We’ve done our research, which is why we’re opposed to the Energy East pipeline.
This would be no ordinary pipeline. Pumping over 130 million litres of oil every day, the pipeline would be the largest ever proposed for Canada.
Most of that oil will be diluted tar sands bitumen (dilbit). We know if there was ever a spill, it would be devastating for local residents, waterways, and businesses.
In 2010, residents near the Kalamazoo River in Michigan were surprised by a 3.3 million litre spill that leaked directly into the river. Residents had to be evacuated, the river was shut down, and businesses shuttered.
The US Environmental Protection Agency also discovered something surprising: dilbit sinks in water. Actually, the diluent separates from the bitumen, and the bitumen sinks.
That’s why today, nearly four years later, almost 700,000 litres of oil remains on the river bottom. This is after the government ordered the company to completely clean up the spill, and after $1,000,000,000 was spent trying to clean it up.
TransCanada has also stated that building a pipeline would be safer than transporting oil by train. Our research actually discovered that building this pipeline will actually lead to a large increase in train traffic, of highly flammable light hydrocarbons.
Which is why we think this pipeline is fundamentally too risky for Ottawa or any community along the 4,500km route.
Even if the pipeline could be guaranteed to never spill – which it can’t – we still think this pipeline is a bad idea.
The Intergovernmental Panel on Climate Change recently released another report, compiled by 772 scientists over the last few years, detailing the devastating impacts that climate change could have on all parts of the world unless acted upon immediately.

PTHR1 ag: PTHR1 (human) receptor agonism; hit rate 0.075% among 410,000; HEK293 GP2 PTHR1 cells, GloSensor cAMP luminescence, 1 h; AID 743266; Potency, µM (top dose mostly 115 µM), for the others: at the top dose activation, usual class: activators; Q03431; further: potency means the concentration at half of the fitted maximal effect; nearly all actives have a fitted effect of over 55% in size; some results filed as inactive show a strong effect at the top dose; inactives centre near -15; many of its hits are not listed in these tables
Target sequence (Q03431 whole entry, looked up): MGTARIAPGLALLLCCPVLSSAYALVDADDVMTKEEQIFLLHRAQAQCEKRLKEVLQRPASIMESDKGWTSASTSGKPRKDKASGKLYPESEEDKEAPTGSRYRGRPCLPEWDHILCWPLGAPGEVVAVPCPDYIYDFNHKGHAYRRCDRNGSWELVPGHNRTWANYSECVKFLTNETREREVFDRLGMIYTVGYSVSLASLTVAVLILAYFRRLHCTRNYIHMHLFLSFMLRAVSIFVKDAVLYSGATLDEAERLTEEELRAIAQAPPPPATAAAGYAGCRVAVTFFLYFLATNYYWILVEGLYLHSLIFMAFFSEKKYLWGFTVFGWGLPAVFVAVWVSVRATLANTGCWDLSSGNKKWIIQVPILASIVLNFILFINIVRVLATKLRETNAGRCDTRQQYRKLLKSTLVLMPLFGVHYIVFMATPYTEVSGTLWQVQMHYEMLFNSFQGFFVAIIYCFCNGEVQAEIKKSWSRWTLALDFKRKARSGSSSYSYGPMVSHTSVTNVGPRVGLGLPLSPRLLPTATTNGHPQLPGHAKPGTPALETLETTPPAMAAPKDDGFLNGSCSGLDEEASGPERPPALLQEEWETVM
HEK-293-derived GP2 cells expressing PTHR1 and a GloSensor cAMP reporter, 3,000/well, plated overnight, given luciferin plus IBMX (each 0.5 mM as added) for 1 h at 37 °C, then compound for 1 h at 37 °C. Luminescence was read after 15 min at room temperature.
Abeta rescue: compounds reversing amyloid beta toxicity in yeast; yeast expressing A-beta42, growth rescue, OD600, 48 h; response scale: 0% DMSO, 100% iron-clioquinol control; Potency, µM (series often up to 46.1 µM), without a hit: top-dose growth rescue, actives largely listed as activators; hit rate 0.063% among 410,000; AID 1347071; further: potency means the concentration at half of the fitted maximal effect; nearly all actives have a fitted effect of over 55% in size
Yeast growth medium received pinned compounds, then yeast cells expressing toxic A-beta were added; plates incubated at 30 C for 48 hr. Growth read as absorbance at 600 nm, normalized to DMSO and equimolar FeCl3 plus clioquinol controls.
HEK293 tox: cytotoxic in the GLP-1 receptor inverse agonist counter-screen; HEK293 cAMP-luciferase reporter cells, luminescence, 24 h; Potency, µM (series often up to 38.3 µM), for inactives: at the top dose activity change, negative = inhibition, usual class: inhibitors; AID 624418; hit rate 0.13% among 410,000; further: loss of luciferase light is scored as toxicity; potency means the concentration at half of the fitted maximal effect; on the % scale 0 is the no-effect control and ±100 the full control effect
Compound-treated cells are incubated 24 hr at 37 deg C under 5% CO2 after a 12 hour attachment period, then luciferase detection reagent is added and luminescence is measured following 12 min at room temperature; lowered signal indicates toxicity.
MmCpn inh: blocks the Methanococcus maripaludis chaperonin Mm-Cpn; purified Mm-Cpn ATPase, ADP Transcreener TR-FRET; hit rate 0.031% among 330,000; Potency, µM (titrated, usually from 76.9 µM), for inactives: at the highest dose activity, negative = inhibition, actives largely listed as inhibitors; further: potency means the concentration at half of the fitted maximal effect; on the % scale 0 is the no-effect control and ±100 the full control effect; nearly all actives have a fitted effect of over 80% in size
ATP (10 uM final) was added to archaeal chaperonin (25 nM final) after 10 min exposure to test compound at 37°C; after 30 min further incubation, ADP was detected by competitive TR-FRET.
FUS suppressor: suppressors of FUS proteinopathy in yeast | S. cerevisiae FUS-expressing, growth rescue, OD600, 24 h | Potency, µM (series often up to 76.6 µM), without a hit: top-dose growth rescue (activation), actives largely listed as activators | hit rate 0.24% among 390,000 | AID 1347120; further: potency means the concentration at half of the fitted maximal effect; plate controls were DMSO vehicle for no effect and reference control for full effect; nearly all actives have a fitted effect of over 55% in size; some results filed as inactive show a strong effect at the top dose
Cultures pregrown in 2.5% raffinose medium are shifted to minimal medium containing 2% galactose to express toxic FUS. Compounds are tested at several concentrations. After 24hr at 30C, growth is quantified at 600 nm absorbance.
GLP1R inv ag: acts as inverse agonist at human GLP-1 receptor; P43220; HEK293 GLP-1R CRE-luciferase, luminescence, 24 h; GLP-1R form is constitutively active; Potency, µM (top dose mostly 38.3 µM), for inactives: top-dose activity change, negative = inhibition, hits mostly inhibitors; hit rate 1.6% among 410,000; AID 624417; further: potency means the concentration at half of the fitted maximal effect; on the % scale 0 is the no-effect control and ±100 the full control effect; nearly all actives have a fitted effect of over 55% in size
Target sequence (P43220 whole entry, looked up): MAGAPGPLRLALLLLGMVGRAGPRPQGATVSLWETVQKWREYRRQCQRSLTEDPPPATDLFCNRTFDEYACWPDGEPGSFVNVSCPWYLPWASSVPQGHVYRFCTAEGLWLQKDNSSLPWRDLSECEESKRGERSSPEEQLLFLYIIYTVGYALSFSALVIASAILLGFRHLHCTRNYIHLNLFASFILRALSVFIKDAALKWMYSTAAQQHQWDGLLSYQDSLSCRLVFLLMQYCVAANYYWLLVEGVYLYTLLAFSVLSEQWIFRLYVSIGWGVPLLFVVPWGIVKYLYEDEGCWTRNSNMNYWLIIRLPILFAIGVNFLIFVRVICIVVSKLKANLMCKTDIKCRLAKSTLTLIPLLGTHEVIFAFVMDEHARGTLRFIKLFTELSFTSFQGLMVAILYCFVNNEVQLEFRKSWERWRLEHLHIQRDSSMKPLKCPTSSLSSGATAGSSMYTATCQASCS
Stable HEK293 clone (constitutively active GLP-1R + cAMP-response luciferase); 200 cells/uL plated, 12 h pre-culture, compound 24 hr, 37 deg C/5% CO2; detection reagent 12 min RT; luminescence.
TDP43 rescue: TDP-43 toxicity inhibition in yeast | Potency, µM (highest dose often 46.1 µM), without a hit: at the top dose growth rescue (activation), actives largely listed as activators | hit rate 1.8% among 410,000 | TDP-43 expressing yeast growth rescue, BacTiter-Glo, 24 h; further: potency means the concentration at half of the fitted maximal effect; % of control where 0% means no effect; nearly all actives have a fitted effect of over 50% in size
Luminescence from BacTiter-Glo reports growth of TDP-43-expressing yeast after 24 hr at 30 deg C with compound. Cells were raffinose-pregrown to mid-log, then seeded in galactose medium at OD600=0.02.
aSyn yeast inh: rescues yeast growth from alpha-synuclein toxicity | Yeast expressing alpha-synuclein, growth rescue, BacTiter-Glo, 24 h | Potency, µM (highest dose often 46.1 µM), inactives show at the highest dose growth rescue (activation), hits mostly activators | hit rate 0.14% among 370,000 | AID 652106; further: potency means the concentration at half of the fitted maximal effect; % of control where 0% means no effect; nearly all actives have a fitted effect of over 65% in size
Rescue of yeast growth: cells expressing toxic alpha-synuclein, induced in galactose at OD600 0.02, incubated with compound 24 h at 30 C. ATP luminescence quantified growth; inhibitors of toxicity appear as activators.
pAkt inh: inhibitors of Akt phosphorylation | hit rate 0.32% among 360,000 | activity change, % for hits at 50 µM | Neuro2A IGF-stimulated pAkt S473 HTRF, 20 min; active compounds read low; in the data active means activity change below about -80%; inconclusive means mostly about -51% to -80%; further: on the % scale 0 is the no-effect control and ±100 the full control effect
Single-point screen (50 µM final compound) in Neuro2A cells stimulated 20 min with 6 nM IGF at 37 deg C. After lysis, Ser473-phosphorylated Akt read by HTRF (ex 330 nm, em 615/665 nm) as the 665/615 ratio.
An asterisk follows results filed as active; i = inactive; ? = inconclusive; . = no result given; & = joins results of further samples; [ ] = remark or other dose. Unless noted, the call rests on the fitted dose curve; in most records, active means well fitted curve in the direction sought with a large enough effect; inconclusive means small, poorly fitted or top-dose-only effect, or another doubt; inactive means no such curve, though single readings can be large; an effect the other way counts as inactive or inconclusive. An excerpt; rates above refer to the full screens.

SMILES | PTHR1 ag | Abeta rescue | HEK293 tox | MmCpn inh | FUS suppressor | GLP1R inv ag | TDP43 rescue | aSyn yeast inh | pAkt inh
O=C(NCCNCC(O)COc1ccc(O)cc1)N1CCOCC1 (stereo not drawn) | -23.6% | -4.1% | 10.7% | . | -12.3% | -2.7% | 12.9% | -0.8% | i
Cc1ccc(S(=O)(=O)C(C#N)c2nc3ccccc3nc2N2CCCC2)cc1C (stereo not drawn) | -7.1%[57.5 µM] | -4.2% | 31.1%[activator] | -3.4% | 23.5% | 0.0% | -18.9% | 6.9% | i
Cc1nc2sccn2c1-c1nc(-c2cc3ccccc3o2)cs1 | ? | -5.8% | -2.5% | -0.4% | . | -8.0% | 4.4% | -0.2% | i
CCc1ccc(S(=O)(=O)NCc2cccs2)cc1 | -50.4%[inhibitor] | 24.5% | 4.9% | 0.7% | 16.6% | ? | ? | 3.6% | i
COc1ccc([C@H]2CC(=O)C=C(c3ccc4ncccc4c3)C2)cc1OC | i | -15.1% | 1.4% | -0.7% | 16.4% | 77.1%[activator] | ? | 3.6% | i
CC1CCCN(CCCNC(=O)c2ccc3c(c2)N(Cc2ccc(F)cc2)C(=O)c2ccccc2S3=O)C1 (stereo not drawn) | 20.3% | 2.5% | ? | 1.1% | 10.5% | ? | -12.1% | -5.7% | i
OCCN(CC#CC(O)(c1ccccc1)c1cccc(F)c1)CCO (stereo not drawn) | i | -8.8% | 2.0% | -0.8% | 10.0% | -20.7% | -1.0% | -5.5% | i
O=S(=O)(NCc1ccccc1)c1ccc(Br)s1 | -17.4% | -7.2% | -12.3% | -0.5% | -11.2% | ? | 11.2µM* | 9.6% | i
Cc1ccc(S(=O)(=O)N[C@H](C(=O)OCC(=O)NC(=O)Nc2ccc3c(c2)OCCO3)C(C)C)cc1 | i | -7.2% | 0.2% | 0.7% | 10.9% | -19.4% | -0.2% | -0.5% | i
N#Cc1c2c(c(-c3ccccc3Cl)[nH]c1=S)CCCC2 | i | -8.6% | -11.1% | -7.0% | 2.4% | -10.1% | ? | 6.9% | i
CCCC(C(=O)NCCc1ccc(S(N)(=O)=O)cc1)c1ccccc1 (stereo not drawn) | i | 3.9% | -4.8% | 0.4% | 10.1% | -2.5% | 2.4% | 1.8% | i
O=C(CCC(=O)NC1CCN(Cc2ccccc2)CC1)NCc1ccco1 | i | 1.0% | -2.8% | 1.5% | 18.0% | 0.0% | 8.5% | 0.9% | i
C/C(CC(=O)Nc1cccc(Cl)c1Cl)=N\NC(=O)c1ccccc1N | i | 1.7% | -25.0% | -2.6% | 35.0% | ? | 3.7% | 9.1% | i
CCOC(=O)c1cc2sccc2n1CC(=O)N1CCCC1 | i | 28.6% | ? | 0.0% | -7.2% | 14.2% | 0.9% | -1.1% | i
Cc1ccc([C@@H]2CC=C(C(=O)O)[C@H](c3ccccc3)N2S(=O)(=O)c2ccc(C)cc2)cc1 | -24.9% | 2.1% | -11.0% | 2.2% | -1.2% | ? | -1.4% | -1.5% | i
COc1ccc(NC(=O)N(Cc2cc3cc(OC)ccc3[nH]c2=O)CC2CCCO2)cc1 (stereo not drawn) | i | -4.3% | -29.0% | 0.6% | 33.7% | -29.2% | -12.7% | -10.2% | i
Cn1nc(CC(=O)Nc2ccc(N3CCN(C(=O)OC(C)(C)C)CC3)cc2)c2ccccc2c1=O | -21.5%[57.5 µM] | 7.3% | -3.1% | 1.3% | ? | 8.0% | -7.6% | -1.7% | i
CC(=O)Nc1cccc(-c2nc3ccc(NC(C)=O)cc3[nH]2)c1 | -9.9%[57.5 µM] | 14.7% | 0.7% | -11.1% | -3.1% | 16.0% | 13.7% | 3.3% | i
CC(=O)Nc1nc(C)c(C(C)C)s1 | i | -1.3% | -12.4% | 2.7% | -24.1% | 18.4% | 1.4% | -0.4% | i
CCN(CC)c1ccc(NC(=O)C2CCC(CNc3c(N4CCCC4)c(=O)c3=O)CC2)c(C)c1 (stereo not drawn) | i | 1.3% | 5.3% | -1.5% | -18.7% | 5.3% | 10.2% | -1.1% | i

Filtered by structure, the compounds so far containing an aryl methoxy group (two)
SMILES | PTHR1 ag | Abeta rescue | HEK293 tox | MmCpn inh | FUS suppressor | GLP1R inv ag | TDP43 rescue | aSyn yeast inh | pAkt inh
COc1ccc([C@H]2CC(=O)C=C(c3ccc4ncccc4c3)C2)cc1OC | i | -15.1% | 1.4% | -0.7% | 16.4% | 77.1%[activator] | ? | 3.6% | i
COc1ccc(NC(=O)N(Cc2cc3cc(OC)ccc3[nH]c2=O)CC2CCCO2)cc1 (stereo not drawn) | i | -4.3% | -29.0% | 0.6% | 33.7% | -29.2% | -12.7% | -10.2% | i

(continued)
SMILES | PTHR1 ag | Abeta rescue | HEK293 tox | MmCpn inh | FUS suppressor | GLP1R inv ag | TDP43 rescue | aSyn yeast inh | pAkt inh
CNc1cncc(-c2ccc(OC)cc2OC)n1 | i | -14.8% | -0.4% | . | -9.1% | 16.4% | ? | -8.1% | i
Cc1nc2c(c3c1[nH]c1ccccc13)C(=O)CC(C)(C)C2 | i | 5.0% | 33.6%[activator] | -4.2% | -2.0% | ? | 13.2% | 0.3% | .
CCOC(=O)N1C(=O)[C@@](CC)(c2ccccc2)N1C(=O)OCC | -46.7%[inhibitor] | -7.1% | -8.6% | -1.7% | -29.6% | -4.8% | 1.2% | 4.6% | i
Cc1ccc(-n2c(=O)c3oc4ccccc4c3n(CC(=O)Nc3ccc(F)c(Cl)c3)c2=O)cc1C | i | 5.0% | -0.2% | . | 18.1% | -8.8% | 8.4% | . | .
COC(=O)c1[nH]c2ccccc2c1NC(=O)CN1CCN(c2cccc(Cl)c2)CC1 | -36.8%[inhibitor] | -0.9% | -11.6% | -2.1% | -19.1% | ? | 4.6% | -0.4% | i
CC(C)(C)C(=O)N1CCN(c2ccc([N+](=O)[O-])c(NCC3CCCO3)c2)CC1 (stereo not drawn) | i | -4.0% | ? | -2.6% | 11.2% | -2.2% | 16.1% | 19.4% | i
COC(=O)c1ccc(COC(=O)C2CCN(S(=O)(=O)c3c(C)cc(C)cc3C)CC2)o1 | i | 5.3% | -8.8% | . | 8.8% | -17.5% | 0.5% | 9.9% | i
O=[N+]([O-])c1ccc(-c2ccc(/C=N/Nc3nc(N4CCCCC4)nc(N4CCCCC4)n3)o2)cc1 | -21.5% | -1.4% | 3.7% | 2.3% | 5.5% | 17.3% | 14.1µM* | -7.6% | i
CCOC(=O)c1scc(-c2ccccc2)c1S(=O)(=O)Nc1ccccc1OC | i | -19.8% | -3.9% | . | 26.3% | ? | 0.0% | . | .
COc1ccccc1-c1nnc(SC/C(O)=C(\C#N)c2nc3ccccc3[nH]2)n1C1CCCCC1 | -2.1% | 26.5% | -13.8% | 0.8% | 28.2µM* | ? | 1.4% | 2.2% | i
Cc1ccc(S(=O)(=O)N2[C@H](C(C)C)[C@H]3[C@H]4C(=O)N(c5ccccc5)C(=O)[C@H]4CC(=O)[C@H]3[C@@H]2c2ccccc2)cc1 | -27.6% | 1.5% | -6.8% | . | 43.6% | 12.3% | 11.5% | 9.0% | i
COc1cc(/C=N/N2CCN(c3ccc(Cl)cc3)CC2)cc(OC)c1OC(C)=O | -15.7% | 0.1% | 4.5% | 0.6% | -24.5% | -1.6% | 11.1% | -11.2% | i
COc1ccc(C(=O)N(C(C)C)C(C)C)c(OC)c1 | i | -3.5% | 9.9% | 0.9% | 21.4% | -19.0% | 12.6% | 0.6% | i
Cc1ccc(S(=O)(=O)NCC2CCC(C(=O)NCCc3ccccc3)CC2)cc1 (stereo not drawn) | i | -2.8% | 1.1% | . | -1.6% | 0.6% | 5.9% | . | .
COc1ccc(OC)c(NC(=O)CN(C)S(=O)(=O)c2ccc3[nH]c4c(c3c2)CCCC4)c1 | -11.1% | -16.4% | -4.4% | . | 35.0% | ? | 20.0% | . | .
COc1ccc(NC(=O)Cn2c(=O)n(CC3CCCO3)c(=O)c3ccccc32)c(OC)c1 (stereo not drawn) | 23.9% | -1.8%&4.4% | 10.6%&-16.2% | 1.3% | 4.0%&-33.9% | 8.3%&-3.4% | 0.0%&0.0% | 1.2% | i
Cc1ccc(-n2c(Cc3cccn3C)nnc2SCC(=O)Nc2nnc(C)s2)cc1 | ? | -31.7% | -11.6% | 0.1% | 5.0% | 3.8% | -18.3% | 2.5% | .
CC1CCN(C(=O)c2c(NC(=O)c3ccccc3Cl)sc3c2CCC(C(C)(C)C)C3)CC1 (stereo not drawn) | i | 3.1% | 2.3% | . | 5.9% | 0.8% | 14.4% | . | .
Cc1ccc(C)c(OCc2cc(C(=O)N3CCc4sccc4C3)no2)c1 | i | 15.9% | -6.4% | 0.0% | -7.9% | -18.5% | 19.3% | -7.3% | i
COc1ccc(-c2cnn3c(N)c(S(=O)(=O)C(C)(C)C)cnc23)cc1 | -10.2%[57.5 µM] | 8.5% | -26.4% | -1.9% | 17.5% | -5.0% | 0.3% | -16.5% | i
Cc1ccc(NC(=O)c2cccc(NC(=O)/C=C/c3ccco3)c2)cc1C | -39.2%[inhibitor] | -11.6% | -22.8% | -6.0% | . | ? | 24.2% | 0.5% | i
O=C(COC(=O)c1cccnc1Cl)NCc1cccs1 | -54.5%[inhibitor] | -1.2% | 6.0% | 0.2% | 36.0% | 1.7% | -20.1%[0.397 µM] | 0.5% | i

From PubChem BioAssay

Canada is currently ignoring the advice of scientists and other countries around the world by not taking action to stop climate change emissions. The tar sands are already the fastest-growing source of climate change pollution in Canada, and this pipeline would only serve to accelerate tar sands production.
This pipeline would allow tar sands production to increase to over 30 million tonnes of climate changing pollution every year – the equivalent of adding seven million cars to the road.
If we as a country are serious about responsible development, we need to instead be investing in renewables that don’t put the health of future generations at risk for profits today.
TransCanada has argued that this project should go forward because it creates jobs and serves Canada’s economy. We believe those are both myths.
While the pipeline would undoubtedly create jobs during its construction, an independent report commissioned by TransCanada found that the pipeline would only directly employ 25 people at TransCanada’s offices in Calgary once constructed.
Which seems a paltry few jobs for a $12-billion project. In fact, it’s estimated that if we spent similar numbers in renewable energy, we could create thousands of long-term jobs.
Furthermore, the world is dramatically shifting away from investing in fossil fuels. A Bloomberg institute reports that by 2030, fossil-fuel growth will have stopped (and that it should happen by 2020, according to science).
In 2011, investments in renewable energy outpaced investments in fossil fuels, a trend that’s likely to continue.
As countries around the world begin to act on climate change, we may see increasing global regulations on fossil fuel production. Recently, the International Energy Agency stated that over 75% of Canada’s fossil fuel reserves would have to be left in the ground to hold global warming below two degrees Celsius.
This means many of our investments in developing the tar sands are fairly short-sighted, as a majority may never be legally developed.
This pipeline is nothing but risks for our city, our climate, and our economy.
Please check out our two page factsheet for quick access to the facts about the pipeline.
For more information please consult our guide to understanding the pipeline.
See the latest research and news about our campaign.
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